Mom of Girl Who Died in Fight Says School Failed to Protect Her from Bully
Raniya Wright’s mother said she called Forest Hills Elementary about her daughter’s alleged bully but received discouraging responses from school officials.
The mother of a 10-year-old girl who died two days after a fight with a classmate said she complained to the school multiple times about her daughter being bullied.
Ashley Wright told ABC News in an exclusive interview that she holds Forest Hills Elementary School staff and Colleton County School District administration partially responsible for the death of her daughter, Raniya Wright.
“I’m very upset with the school system, starting out, only because of the fact that I’ve been complaining about the person that she fought numerous times to them,” she said. “That’s what really breaks me down and makes me question to myself why nothing was never done up until now with this happening. I’m thinking they got it handled, and they failed me.”
Raniya died on March 27, two days after school officials say she and another student were involved in a fight inside their fifth-grade classroom.
“(The other child) was bothering ‘Niya all day, I guess wanting to fight her,” Wright said she was told about the fight. “They were in the class and the girl came up from behind her and was hitting her in the head, and she pushed her or rammed her head into the bookshelf.”
The school nurse called Wright to tell her Raniya had been in a fight and was complaining about dizziness and a headache.
Raniya later became unconscious and was taken to the Colleton Medical Center before being flown to the Medical University of South Carolina where she died.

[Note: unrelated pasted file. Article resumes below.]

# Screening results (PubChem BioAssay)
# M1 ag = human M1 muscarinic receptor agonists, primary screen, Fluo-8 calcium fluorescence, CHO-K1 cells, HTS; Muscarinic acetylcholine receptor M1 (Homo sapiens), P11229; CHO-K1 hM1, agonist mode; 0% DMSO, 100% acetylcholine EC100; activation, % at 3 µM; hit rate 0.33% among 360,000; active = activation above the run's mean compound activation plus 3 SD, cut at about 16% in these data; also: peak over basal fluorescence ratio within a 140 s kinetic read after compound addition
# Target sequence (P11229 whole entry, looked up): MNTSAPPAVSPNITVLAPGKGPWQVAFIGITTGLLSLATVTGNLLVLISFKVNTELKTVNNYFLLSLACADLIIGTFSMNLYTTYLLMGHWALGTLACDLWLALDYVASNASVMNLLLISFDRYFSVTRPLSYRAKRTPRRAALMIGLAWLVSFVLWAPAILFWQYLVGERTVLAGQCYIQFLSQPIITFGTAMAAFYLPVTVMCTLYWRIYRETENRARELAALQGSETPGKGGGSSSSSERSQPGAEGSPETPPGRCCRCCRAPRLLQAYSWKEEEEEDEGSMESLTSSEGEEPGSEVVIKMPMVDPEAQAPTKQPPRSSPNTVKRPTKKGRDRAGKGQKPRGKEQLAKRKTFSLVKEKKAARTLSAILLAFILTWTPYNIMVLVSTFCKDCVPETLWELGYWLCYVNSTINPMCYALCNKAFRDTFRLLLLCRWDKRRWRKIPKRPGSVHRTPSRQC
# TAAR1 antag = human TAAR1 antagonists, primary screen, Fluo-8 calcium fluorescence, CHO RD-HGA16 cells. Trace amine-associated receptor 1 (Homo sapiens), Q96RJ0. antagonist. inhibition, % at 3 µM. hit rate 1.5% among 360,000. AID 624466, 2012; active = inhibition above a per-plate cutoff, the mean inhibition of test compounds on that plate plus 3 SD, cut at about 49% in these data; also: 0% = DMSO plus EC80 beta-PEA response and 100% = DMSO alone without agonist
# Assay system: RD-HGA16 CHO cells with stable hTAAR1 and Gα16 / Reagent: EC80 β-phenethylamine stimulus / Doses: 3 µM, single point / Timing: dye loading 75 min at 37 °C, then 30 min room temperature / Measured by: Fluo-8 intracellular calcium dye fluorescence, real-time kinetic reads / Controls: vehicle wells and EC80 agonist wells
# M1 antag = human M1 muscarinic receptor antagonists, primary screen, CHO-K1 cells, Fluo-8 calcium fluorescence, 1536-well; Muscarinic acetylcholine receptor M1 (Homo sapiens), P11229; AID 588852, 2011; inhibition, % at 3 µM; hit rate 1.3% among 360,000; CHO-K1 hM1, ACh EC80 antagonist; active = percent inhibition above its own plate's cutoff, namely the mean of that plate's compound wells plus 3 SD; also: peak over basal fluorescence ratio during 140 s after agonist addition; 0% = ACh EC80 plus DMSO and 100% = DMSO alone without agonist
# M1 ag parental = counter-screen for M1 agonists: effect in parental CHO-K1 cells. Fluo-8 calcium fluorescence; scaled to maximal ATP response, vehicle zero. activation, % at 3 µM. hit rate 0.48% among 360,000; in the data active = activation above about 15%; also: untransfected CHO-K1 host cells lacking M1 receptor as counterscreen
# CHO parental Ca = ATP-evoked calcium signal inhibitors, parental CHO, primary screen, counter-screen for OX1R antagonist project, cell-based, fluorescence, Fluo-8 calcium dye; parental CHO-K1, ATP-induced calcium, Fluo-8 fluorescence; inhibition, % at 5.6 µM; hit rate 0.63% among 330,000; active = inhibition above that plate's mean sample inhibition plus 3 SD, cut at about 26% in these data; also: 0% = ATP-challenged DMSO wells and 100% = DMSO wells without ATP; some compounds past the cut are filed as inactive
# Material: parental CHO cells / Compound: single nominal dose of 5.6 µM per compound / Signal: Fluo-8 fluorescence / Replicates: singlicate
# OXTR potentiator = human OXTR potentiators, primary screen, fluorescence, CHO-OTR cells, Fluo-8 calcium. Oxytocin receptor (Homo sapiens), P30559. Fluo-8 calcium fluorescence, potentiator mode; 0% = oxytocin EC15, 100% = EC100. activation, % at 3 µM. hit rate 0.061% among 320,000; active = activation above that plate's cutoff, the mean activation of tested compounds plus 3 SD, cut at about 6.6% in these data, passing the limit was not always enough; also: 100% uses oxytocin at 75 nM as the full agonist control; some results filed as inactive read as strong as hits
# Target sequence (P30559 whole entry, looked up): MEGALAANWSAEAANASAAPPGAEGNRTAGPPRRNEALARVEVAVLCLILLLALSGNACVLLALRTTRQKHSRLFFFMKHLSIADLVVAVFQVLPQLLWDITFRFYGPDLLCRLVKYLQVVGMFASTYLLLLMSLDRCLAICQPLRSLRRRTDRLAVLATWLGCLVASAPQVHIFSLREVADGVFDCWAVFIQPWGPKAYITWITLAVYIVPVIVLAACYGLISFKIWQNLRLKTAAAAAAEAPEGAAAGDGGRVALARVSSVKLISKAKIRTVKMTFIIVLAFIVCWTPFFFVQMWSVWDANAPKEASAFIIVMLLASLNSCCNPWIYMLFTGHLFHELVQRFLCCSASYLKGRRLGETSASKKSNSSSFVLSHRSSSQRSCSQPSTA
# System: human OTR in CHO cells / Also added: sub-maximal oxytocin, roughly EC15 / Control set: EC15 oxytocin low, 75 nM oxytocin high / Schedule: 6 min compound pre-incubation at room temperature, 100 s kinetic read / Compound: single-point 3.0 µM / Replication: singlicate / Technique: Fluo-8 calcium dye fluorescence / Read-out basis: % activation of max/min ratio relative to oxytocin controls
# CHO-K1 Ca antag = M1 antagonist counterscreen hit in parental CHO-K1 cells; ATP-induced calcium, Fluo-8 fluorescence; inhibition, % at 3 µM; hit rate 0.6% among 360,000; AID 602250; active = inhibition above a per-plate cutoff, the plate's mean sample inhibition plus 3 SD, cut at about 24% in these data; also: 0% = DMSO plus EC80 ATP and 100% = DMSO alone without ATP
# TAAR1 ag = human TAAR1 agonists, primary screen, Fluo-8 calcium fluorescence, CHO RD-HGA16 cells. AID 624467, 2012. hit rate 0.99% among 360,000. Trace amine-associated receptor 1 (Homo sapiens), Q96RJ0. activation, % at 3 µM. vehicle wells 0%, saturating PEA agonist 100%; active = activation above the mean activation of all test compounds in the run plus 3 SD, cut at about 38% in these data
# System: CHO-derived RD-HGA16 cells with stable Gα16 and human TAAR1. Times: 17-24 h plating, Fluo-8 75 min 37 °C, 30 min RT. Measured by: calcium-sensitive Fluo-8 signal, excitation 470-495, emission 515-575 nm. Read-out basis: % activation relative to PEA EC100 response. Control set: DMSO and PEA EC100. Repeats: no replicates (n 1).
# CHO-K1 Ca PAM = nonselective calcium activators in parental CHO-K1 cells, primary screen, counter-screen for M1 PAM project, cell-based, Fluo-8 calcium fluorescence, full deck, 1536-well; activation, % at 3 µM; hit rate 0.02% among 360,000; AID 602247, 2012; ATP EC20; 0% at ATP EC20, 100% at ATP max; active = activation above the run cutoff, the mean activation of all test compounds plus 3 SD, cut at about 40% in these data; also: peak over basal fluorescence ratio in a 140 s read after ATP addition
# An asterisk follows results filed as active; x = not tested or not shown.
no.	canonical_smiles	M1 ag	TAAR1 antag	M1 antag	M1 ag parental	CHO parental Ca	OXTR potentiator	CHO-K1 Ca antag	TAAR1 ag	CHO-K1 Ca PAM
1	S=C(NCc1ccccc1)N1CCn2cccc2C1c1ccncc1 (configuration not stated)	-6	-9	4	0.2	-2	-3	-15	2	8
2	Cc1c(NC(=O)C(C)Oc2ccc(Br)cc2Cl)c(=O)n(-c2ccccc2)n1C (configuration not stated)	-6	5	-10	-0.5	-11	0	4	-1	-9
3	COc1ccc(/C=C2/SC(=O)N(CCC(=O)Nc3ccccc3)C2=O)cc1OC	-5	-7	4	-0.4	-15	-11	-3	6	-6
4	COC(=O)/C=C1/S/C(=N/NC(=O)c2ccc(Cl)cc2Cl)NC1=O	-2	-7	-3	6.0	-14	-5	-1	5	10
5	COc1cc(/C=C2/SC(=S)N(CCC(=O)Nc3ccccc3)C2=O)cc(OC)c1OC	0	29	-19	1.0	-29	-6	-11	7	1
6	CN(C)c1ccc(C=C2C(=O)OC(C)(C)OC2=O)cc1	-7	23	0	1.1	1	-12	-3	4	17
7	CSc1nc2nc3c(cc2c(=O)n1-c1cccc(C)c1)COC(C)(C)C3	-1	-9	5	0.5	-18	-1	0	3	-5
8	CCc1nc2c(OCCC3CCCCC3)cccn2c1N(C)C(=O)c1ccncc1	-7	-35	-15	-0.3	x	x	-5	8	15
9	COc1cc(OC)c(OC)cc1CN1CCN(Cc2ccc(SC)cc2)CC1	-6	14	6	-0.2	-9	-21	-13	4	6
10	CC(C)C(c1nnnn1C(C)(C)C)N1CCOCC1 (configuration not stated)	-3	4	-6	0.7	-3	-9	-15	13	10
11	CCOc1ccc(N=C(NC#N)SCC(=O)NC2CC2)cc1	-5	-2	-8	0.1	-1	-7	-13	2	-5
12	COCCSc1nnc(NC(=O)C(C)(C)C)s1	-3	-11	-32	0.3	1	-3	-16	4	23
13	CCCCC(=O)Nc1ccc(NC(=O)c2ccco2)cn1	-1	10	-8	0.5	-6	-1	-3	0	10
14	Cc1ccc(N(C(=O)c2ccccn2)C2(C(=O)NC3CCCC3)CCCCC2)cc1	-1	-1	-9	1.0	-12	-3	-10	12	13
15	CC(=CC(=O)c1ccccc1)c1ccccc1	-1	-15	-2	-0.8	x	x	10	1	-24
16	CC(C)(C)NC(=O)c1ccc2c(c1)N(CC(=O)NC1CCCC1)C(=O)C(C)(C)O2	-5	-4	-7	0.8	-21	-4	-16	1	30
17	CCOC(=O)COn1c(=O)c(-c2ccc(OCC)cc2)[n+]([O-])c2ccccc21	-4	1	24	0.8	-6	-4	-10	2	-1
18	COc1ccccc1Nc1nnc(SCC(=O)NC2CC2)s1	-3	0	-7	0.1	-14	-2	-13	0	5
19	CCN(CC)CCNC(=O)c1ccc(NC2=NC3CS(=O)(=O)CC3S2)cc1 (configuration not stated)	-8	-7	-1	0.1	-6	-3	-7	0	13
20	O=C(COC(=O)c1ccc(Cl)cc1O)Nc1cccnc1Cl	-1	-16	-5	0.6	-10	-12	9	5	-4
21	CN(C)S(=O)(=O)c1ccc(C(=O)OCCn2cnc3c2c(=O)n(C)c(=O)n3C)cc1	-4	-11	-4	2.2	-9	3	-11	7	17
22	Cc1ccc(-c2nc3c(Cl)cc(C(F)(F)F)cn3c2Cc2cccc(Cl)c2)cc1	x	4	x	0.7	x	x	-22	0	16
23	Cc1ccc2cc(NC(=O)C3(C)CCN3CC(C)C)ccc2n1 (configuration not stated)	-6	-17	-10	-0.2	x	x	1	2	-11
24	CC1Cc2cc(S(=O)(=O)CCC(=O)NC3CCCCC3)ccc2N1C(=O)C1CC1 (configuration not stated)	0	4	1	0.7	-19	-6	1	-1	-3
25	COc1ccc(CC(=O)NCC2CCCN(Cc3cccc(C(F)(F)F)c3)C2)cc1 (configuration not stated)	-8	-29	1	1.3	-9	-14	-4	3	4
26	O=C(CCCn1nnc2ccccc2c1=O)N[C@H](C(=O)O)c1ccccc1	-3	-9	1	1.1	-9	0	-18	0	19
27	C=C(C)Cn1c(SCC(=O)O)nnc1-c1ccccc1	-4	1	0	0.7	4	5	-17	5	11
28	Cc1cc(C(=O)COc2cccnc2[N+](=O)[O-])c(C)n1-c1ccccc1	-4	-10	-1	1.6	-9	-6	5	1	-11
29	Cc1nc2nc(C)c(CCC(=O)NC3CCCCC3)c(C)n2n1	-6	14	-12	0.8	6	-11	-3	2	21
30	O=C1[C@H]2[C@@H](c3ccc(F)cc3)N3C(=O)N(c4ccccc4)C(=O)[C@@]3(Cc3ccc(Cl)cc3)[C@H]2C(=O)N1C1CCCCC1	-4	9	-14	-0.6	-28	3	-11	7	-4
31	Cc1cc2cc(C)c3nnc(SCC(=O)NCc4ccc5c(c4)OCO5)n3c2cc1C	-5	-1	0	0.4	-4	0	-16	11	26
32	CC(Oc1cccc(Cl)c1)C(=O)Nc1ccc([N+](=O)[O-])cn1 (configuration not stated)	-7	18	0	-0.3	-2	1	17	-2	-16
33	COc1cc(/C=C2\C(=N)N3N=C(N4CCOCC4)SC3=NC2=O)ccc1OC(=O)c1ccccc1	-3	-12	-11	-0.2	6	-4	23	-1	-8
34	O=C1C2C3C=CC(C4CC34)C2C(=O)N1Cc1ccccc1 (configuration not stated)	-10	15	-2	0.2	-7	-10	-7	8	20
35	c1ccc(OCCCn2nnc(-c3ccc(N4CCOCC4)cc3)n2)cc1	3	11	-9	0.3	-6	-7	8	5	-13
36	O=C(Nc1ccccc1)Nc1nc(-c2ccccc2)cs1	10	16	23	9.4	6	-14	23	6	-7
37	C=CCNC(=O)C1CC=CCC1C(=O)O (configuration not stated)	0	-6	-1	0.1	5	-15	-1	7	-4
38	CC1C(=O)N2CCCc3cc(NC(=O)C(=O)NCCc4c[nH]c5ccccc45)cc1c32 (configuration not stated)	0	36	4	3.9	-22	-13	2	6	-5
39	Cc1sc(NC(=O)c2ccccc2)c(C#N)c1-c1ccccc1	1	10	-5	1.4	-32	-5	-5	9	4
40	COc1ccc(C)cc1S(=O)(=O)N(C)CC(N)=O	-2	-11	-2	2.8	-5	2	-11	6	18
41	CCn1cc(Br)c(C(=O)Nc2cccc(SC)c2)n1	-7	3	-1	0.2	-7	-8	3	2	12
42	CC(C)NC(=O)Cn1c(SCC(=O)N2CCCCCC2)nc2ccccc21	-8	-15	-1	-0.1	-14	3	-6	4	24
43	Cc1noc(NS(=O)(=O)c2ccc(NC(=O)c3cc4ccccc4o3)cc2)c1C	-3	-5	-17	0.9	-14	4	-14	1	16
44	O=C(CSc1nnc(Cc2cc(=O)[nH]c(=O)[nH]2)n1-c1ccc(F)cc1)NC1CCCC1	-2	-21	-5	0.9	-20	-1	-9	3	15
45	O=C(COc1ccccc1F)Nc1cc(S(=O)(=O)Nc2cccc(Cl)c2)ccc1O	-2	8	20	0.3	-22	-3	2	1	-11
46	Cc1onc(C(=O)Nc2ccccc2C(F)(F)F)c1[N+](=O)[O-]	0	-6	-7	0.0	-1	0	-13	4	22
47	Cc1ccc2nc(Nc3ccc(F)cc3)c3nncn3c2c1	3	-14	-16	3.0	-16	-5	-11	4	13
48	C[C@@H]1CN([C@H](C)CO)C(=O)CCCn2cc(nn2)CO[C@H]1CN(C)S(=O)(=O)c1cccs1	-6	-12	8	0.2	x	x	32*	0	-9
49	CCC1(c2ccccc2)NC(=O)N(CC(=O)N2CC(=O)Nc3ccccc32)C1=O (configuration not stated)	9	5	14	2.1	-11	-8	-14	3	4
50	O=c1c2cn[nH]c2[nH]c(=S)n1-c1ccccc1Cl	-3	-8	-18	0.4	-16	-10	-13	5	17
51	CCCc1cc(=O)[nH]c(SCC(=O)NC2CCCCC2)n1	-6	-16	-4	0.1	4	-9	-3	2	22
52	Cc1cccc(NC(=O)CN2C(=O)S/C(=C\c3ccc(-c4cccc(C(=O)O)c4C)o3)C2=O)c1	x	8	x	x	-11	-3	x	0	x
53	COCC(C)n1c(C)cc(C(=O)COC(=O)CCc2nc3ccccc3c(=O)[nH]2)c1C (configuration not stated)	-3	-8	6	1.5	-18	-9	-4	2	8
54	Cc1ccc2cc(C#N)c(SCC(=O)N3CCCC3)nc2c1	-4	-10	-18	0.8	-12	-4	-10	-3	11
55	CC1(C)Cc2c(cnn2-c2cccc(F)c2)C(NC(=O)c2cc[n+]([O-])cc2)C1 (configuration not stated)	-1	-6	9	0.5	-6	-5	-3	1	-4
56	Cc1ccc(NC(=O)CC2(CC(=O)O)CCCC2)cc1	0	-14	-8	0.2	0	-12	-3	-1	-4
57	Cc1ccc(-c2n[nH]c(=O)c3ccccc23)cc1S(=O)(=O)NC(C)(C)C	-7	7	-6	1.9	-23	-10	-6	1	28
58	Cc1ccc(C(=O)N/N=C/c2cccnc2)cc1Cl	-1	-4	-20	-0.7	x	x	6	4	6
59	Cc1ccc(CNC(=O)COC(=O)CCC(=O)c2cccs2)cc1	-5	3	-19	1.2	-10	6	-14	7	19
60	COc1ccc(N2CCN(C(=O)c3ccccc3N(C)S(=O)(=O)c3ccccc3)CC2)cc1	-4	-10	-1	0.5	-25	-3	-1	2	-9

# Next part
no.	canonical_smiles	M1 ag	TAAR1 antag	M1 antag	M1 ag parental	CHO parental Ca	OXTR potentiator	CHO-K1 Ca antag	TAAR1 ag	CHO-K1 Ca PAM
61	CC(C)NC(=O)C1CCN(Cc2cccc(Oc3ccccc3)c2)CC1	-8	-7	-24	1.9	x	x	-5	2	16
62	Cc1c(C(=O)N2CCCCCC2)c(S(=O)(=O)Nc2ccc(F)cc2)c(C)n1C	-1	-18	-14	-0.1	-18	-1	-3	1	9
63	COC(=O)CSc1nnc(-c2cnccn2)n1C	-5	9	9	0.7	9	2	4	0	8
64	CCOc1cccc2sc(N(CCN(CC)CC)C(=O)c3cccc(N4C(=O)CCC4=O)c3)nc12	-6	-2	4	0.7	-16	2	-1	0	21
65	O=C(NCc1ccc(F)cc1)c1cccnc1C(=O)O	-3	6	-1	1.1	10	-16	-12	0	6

Wright said she did not immediately receive a call from the Walterboro school about her daughter being taken to the hospital.
Wright also said her daughter had previously complained about being bullied by the other student involved in the fight for at least a year and that her daughter had been trying to avoid school. Wright called the school about the alleged bullying but said she received discouraging responses from officials.
“I’d normally call and talk to her teacher about it, and she’ll say, ‘Well, Raniya never said anything to me about it.’ And I’m saying, ‘Well, I’m letting you know she comes home to me about it every day,’ and I’m leaving it in her hands to do something about it,” Wright recalled. “So when Raniya gets home I’m like, ‘Well, did she talk to you, did you talk to her about what happened? Is she holding a parent conference? Is she supposed to call me?’ She said ‘No, momma, nothing.'”
The other student involved has been suspended indefinitely and investigators said it could take weeks to determine if anyone will face charges.
Wright said she is frustrated because police and school officials have not revealed any details about the ongoing investigation.
“My frustration is really towards the school system because I sent my child to school feeling like she can be protected while she’s not in my care anymore.”
Read More Articles Like This… With A FREE Subscription
Campus Safety magazine is another great resource for public safety, security and emergency management professionals. It covers all aspects of campus safety, including access control, video surveillance, mass notification and security staff practices. Whether you work in K-12, higher ed, a hospital or corporation, Campus Safety magazine is here to help you do your job better!